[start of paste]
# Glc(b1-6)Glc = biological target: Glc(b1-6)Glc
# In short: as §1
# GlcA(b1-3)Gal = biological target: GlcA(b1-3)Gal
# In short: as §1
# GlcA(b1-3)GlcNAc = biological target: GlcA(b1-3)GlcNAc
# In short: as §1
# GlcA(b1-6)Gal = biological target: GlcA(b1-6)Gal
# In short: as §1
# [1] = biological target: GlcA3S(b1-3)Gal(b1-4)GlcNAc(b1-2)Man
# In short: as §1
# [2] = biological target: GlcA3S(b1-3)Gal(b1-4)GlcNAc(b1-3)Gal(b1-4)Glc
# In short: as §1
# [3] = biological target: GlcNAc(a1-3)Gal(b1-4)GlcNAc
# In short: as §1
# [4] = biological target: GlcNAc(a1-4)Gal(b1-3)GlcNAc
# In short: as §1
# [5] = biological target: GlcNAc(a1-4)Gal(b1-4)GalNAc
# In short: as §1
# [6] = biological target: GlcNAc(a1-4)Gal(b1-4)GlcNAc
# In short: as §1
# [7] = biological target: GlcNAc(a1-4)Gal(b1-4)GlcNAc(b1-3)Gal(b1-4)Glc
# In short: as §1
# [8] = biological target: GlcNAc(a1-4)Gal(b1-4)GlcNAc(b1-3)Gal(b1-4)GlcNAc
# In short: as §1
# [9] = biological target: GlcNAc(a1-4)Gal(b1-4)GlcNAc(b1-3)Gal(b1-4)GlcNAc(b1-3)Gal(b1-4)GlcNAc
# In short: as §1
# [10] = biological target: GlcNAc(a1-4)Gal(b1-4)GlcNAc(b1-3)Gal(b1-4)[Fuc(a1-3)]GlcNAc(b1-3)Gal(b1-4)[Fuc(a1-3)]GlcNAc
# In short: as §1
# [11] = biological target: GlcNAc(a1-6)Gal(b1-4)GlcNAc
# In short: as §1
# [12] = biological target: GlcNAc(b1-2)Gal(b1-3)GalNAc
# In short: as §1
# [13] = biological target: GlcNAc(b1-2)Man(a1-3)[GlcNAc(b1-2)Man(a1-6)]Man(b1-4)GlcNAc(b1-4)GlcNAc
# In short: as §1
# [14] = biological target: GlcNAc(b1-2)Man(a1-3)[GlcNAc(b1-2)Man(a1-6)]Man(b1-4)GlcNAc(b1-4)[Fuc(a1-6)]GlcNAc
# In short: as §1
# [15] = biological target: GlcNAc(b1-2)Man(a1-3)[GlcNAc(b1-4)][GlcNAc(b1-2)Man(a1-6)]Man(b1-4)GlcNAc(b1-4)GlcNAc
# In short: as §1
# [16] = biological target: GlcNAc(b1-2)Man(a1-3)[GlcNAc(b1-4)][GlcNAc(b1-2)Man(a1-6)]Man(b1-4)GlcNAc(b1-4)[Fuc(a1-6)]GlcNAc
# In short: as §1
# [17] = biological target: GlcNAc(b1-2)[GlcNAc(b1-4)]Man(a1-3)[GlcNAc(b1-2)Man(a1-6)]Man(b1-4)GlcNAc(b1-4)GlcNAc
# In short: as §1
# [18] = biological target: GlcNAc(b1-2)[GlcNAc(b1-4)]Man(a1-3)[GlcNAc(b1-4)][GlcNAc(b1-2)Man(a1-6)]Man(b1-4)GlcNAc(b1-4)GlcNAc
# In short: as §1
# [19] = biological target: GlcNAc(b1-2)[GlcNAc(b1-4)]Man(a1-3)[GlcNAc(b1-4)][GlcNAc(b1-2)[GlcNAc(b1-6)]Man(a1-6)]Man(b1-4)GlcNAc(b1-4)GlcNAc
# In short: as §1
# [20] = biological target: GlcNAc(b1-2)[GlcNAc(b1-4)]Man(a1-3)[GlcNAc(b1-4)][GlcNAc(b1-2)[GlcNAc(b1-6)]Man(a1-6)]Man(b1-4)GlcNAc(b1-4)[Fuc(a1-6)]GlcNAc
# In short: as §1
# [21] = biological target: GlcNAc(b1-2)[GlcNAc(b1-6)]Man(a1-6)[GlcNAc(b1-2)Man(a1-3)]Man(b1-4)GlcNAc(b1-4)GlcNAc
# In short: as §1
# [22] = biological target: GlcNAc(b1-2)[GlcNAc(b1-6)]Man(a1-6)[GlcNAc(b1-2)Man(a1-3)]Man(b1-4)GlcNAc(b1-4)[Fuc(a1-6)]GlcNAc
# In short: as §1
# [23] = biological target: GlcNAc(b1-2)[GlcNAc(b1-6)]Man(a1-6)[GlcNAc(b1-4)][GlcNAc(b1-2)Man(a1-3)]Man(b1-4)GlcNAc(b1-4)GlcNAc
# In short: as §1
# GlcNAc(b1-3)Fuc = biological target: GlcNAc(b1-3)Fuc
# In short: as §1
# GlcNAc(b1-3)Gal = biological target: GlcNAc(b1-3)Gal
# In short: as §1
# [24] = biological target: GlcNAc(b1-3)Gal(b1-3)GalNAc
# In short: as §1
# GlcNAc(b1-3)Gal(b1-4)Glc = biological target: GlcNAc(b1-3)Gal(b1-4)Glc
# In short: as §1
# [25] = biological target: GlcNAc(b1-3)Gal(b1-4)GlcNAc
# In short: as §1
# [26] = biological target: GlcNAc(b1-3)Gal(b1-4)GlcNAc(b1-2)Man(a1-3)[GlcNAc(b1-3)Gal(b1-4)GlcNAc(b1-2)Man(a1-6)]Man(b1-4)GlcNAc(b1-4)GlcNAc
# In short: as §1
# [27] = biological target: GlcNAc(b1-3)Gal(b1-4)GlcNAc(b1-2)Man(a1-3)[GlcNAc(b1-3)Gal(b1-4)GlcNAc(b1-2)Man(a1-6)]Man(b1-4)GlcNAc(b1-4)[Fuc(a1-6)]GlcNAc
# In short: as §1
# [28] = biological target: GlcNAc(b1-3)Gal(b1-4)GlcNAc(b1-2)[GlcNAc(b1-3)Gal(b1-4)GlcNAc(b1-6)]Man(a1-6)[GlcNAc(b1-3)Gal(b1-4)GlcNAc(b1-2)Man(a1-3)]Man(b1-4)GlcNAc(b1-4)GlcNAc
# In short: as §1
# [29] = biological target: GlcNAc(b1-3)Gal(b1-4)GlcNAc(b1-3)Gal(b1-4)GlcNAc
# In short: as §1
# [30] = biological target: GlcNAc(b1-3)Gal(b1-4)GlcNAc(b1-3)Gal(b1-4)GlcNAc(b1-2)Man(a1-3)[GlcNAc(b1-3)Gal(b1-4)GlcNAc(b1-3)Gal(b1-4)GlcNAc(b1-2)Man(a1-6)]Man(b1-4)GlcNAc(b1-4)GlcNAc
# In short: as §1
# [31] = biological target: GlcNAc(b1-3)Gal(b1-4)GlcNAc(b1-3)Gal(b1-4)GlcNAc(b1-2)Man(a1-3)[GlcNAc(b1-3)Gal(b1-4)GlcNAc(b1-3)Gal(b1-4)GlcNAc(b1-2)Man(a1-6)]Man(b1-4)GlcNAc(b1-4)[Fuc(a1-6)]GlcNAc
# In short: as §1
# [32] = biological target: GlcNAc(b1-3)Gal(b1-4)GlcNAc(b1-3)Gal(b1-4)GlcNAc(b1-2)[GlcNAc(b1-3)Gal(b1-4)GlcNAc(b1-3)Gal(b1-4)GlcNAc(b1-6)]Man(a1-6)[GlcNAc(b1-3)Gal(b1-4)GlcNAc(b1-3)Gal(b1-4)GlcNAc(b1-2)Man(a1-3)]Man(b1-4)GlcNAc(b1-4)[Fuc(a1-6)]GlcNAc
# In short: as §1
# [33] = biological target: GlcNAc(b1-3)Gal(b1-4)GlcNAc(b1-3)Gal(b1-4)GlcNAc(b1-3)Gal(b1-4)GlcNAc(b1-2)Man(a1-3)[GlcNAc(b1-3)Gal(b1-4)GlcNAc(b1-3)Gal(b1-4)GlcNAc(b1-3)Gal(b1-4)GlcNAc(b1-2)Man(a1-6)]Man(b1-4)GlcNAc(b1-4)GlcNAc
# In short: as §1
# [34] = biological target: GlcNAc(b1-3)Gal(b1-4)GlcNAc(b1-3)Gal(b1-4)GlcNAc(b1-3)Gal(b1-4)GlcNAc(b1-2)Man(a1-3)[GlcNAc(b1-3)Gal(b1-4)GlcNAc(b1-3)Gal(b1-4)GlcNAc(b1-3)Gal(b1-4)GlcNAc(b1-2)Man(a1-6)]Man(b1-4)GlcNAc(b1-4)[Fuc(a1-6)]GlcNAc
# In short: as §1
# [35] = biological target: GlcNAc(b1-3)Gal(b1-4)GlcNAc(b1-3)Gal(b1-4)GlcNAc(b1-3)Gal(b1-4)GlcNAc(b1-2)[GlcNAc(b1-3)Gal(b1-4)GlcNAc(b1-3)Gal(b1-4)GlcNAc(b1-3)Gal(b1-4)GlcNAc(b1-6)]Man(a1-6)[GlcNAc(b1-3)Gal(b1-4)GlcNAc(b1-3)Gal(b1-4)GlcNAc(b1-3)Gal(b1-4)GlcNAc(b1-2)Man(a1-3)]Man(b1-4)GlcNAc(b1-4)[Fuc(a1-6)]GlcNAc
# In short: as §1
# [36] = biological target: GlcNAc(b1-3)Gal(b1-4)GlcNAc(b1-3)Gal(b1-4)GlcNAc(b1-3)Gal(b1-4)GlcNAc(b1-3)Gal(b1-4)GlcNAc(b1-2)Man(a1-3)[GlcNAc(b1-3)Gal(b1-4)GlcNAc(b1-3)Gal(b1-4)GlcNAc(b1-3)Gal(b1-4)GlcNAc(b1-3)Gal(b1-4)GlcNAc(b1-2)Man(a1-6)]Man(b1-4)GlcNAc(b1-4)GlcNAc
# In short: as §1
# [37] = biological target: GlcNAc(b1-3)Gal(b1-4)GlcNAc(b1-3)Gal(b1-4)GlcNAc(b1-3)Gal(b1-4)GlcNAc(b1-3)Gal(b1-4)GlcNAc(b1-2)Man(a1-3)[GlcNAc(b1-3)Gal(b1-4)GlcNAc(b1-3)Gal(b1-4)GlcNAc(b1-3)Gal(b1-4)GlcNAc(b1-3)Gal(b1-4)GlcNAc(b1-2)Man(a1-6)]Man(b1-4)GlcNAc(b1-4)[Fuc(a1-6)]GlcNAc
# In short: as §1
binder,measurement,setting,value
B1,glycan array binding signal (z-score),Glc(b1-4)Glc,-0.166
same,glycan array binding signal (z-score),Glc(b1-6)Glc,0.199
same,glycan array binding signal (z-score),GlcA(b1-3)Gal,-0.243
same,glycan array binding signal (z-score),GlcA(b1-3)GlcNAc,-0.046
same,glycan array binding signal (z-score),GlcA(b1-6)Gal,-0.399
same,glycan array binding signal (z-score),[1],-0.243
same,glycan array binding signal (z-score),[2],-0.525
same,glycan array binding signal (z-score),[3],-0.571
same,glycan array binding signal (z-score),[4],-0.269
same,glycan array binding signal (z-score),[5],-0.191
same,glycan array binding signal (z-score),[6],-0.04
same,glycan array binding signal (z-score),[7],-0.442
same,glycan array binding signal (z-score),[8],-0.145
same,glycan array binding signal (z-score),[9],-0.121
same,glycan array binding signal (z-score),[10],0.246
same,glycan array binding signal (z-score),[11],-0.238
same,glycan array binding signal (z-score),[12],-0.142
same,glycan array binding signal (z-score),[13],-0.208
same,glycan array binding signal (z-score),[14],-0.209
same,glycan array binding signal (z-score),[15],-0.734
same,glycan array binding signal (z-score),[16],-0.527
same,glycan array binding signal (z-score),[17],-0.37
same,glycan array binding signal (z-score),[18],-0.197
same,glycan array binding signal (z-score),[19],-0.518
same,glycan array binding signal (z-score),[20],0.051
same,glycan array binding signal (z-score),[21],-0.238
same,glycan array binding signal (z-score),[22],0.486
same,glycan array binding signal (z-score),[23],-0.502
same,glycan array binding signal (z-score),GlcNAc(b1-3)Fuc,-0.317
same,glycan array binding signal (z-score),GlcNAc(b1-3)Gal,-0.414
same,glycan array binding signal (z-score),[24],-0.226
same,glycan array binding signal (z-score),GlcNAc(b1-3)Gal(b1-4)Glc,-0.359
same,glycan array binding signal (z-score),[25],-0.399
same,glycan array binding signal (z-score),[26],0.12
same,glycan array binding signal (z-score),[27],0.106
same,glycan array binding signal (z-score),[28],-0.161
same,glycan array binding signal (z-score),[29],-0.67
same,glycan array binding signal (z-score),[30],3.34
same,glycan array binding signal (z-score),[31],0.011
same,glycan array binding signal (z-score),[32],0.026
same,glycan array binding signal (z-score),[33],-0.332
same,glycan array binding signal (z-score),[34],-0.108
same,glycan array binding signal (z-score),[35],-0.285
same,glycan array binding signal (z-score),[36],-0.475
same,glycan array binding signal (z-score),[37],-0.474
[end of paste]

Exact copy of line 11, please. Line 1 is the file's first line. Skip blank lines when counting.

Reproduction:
# [2] = biological target: GlcA3S(b1-3)Gal(b1-4)GlcNAc(b1-3)Gal(b1-4)Glc